United/US Airways: start or end of the merger process? November 2000
The proposed $11.6bn United/US Airways merger, which was approved by US Airways' shareholders by an overwhelming 98.5% vote in mid–October, may face fresh complications because of an unexpected spanner thrown in the works by Continental. The Houston–based carrier has offered to pay 50% more than DC Air for US Airways' Washington Reagan National assets — an alternative that would value those assets more fairly and probably also be more acceptable to the regulators.
US Airways' shareholders had, of course, been expected to approve UAL’s $60–a share offer, because the price was almost double the low 30s that US Airways' shares had been trading. The deal envisages UAL paying $4.3bn in cash and assuming $7.3bn of debt and lease obligations.
The offer had to be generous in light of the high degree of risk of being eventually turned down by the regulators. But it is also clear that UAL was able to offer so much only because the deal would ensure that US Airways' valuable slots at National would not end up in the hands of strong competitors.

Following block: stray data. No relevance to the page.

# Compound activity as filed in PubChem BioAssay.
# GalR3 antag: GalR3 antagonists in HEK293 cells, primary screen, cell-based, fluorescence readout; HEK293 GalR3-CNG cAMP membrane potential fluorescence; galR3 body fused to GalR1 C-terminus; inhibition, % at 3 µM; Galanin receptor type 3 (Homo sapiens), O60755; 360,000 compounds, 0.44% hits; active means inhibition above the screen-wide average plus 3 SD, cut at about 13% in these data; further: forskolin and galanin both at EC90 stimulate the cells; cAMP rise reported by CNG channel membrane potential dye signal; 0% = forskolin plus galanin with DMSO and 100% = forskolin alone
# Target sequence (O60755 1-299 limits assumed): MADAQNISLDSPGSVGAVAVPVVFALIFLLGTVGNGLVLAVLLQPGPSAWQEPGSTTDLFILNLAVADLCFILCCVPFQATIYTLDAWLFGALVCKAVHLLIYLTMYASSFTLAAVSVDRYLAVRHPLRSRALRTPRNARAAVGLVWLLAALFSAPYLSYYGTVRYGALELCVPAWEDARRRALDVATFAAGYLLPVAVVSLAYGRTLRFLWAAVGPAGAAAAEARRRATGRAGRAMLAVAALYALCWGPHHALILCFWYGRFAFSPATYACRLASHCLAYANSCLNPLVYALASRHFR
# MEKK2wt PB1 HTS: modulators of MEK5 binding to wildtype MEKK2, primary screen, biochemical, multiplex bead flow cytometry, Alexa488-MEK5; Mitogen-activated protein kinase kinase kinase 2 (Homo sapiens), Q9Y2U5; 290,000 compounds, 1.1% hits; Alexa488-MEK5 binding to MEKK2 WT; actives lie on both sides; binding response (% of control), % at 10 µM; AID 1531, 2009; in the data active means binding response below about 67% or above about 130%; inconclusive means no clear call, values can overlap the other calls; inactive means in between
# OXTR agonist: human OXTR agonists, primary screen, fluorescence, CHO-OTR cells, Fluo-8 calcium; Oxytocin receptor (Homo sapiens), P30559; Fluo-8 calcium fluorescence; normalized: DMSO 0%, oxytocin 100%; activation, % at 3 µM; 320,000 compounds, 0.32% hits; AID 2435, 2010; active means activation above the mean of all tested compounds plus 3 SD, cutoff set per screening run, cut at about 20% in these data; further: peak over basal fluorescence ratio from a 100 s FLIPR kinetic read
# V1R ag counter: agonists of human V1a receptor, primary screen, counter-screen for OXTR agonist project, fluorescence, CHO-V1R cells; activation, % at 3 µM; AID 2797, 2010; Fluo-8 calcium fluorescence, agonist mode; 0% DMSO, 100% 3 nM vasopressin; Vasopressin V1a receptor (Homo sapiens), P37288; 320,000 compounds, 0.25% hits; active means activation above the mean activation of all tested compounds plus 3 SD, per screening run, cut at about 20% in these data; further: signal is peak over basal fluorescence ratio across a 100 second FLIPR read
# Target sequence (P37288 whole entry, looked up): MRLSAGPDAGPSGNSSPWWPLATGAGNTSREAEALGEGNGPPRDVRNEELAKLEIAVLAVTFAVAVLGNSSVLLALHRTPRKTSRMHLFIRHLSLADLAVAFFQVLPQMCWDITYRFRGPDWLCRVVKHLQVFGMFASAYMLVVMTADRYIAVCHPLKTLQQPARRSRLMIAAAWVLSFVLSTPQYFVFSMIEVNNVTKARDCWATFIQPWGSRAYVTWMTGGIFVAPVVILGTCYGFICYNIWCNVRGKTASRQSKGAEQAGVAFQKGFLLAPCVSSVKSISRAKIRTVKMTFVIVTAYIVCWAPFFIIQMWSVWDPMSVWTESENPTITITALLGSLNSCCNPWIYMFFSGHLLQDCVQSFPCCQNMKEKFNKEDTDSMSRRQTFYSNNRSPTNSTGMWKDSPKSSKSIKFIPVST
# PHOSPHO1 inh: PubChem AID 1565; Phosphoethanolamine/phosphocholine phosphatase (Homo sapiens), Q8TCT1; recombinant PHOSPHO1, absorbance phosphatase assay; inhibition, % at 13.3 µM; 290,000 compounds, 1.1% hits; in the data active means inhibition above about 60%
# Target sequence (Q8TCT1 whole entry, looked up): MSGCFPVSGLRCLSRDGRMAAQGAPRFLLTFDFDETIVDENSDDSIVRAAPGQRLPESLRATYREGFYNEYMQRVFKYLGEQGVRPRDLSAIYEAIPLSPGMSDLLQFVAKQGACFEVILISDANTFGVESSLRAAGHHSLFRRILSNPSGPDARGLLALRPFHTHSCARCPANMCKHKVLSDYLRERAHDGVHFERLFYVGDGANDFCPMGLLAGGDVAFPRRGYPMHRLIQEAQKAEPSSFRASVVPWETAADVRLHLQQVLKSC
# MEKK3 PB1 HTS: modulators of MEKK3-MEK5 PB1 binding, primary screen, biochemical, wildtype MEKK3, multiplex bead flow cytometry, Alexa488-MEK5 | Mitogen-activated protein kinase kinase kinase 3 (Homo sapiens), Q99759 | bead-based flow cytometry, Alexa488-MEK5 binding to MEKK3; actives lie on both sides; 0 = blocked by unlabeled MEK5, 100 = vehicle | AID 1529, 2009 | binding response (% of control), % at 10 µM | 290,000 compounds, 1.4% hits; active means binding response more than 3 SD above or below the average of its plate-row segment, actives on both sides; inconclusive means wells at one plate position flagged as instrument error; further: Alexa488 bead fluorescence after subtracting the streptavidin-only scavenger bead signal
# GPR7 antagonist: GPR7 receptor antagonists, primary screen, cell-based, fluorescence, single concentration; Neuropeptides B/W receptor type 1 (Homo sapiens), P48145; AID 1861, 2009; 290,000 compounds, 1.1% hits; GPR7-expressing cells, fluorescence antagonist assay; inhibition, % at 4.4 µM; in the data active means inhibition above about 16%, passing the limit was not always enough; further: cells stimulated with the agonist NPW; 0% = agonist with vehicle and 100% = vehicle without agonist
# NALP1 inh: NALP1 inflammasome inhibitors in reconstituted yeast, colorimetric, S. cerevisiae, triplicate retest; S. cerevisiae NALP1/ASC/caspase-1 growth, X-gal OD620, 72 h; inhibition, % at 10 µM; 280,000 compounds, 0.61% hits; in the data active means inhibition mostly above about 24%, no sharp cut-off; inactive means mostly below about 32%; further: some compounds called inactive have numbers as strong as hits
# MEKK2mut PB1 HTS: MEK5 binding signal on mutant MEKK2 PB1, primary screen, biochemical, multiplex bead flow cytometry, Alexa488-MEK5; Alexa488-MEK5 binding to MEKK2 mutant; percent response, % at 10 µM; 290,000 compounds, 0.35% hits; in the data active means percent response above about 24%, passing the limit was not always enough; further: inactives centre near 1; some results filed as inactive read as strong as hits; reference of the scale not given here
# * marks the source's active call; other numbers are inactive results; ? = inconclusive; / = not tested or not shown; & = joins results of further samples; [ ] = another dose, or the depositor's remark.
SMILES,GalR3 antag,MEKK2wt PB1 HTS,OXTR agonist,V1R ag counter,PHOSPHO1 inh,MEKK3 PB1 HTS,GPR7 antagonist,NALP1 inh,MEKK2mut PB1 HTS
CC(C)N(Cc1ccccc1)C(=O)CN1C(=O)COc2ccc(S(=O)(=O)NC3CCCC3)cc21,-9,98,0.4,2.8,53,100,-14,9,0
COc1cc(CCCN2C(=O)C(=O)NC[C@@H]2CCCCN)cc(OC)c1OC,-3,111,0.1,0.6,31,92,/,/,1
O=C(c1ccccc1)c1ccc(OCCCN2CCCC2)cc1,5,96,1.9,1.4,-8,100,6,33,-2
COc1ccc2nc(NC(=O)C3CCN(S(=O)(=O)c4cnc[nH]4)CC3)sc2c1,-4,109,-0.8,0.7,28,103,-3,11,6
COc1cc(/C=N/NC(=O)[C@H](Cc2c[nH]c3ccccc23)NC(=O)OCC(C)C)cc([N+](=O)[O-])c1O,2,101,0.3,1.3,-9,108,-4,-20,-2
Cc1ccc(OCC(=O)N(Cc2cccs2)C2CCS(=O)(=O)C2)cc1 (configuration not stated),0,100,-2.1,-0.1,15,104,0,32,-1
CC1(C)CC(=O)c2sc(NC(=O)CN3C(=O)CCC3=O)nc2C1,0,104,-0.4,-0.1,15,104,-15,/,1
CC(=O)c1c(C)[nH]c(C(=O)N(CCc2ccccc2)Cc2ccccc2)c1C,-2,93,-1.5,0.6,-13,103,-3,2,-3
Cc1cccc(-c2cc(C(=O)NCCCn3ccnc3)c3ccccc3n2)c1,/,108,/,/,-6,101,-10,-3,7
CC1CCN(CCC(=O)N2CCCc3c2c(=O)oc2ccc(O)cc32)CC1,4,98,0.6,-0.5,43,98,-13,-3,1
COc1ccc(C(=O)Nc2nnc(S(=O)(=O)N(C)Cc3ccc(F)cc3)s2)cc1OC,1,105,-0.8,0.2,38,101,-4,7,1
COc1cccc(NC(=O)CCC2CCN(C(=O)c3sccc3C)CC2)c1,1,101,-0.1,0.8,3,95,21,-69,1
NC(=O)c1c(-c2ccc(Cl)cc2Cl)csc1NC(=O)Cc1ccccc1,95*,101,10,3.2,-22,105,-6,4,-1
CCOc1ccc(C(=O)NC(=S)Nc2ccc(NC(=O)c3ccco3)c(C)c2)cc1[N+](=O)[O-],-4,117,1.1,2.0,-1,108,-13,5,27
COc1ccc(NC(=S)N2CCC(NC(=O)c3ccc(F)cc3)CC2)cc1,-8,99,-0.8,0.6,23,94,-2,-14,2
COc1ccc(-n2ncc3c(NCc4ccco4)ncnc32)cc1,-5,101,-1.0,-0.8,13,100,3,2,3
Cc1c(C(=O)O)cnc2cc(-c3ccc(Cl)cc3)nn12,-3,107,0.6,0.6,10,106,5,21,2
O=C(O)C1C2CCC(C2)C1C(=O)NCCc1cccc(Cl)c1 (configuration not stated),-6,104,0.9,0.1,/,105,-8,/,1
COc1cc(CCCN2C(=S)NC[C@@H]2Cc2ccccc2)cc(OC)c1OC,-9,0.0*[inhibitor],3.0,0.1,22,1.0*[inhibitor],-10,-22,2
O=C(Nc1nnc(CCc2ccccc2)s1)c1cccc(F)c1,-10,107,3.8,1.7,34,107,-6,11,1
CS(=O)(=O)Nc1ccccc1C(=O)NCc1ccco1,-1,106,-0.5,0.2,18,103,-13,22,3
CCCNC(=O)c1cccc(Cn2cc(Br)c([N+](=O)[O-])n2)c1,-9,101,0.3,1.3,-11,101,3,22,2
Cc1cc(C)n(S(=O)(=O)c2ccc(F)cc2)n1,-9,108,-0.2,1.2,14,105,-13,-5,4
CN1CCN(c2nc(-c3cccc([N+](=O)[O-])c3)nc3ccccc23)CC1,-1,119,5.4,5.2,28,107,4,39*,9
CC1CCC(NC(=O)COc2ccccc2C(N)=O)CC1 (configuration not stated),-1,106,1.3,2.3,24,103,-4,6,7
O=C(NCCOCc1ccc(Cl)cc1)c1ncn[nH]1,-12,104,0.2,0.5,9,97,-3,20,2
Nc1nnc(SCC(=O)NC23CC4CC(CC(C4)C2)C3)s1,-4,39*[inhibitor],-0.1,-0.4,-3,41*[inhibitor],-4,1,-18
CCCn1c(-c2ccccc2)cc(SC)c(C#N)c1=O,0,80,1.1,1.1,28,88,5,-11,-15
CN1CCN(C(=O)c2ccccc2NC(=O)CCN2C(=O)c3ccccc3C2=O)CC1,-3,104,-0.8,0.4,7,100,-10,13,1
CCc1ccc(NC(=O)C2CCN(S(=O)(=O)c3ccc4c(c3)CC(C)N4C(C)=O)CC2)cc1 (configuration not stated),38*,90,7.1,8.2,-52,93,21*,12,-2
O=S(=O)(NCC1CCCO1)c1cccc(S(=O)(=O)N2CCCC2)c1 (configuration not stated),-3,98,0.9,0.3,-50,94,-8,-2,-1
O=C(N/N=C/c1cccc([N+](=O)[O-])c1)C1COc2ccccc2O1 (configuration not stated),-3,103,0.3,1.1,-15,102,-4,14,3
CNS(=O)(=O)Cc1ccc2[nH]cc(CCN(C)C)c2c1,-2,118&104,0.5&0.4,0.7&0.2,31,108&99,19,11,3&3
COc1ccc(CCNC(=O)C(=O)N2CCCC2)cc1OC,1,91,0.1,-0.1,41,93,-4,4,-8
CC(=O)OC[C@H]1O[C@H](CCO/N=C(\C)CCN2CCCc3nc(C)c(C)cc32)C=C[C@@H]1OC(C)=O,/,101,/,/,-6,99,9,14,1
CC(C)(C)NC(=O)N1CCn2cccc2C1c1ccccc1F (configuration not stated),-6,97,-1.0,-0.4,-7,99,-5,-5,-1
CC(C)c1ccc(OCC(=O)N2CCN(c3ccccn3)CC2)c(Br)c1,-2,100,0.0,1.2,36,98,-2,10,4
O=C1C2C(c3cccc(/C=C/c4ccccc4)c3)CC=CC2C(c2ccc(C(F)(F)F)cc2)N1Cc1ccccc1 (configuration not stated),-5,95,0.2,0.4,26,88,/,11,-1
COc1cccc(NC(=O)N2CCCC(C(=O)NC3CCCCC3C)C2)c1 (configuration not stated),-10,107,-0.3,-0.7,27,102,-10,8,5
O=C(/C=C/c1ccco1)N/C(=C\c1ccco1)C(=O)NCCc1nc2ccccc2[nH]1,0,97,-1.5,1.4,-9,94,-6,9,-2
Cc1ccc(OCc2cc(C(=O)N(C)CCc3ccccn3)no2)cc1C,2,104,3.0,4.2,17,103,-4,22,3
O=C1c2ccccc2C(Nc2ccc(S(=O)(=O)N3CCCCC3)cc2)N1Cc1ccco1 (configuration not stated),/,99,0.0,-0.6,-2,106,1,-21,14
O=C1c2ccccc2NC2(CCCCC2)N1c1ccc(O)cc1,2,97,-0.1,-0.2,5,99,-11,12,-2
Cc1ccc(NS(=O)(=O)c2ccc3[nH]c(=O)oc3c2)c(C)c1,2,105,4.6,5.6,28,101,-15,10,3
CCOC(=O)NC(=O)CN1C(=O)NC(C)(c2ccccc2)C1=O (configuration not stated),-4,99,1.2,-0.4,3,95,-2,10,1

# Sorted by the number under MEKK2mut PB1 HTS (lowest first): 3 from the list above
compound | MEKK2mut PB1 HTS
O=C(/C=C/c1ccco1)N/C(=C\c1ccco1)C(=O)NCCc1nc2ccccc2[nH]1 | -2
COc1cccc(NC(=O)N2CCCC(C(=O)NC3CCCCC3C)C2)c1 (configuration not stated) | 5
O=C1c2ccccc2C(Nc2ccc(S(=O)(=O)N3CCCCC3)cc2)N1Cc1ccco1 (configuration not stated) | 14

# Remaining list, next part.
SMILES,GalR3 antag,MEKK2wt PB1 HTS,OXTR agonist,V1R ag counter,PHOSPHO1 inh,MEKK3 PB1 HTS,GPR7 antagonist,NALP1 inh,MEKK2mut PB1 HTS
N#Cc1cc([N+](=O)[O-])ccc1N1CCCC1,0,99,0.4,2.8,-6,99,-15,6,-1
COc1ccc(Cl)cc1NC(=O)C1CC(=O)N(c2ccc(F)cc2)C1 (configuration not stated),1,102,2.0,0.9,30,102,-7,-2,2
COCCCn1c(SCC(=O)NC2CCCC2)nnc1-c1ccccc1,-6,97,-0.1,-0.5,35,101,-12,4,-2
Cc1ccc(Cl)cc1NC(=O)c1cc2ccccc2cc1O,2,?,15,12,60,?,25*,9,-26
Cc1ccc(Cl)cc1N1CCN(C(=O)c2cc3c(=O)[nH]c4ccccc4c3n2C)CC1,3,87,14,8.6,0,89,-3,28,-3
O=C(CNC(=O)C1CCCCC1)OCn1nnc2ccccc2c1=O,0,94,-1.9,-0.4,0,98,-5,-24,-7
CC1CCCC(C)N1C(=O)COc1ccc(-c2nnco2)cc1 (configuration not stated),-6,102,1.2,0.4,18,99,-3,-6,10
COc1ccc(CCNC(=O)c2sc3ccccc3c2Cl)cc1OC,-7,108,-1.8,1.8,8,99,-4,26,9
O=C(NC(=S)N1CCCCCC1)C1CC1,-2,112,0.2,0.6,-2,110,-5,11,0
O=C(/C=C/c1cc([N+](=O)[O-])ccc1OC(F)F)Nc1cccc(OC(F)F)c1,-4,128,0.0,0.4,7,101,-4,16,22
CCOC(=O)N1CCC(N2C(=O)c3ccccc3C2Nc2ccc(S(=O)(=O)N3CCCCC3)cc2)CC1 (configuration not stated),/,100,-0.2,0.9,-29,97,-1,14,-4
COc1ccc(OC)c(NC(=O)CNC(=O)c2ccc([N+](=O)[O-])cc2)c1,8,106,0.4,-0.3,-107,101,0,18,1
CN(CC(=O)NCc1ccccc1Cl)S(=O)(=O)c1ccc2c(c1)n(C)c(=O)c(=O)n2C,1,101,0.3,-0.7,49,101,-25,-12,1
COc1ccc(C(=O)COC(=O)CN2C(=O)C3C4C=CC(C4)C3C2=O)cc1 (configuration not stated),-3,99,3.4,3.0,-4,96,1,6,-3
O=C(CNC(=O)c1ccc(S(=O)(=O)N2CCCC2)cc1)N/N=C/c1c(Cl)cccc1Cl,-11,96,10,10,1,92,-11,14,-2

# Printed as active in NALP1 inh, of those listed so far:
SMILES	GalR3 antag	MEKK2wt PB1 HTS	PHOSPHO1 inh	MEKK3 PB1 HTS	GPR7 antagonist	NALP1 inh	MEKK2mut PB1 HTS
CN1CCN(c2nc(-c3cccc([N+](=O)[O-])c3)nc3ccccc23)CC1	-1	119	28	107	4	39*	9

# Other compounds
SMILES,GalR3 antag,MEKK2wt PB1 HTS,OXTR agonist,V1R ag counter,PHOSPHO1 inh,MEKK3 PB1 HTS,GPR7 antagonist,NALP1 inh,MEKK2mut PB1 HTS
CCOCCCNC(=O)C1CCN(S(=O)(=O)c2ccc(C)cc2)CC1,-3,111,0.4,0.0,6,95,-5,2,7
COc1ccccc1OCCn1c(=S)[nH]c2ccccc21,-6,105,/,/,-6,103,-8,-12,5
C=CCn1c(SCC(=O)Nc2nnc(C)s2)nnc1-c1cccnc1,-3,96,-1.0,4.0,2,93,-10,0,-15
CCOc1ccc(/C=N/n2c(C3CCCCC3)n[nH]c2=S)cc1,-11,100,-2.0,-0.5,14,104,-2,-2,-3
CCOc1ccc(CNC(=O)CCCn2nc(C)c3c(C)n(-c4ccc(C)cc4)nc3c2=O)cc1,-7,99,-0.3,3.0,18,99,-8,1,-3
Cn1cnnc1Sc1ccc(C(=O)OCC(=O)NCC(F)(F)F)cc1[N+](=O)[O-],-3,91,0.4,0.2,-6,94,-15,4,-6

The DC Air deal
As part of the merger agreement, UAL would sell US Airways' 119 jet slots, 103 commuter slots, eight gates and related facilities at National for $141m to new entrant DC Air, owned by Robert Johnson, founder of Black Entertainment Television and a member of US Airways' board since 1998.
To ensure a quick transfer once the merger is completed, US Airways has set up a new wholly–owned subsidiary to operate the 44 routes in question (subject to DoT approval) from November 18.
The asset sale to DC Air was designed to avoid an inevitable antitrust challenge regarding overlapping service in the Washington area, were US Airways is the dominant carrier at National and United at Dulles. The move also hoped to address political issues such as adding a new entrant, providing minority ownership and ensuring continuation of service to small communities.
However, the DC Air deal has met with extensive criticism from all quarters, on grounds that the assets are sold too cheaply, that Johnson is not experienced enough, that he is not an independent buyer and that DC Air will not be a strong competitor. A late- September SEC filing by US Airways revealed that there were nine shareholder lawsuits challenging the DC Air proposal.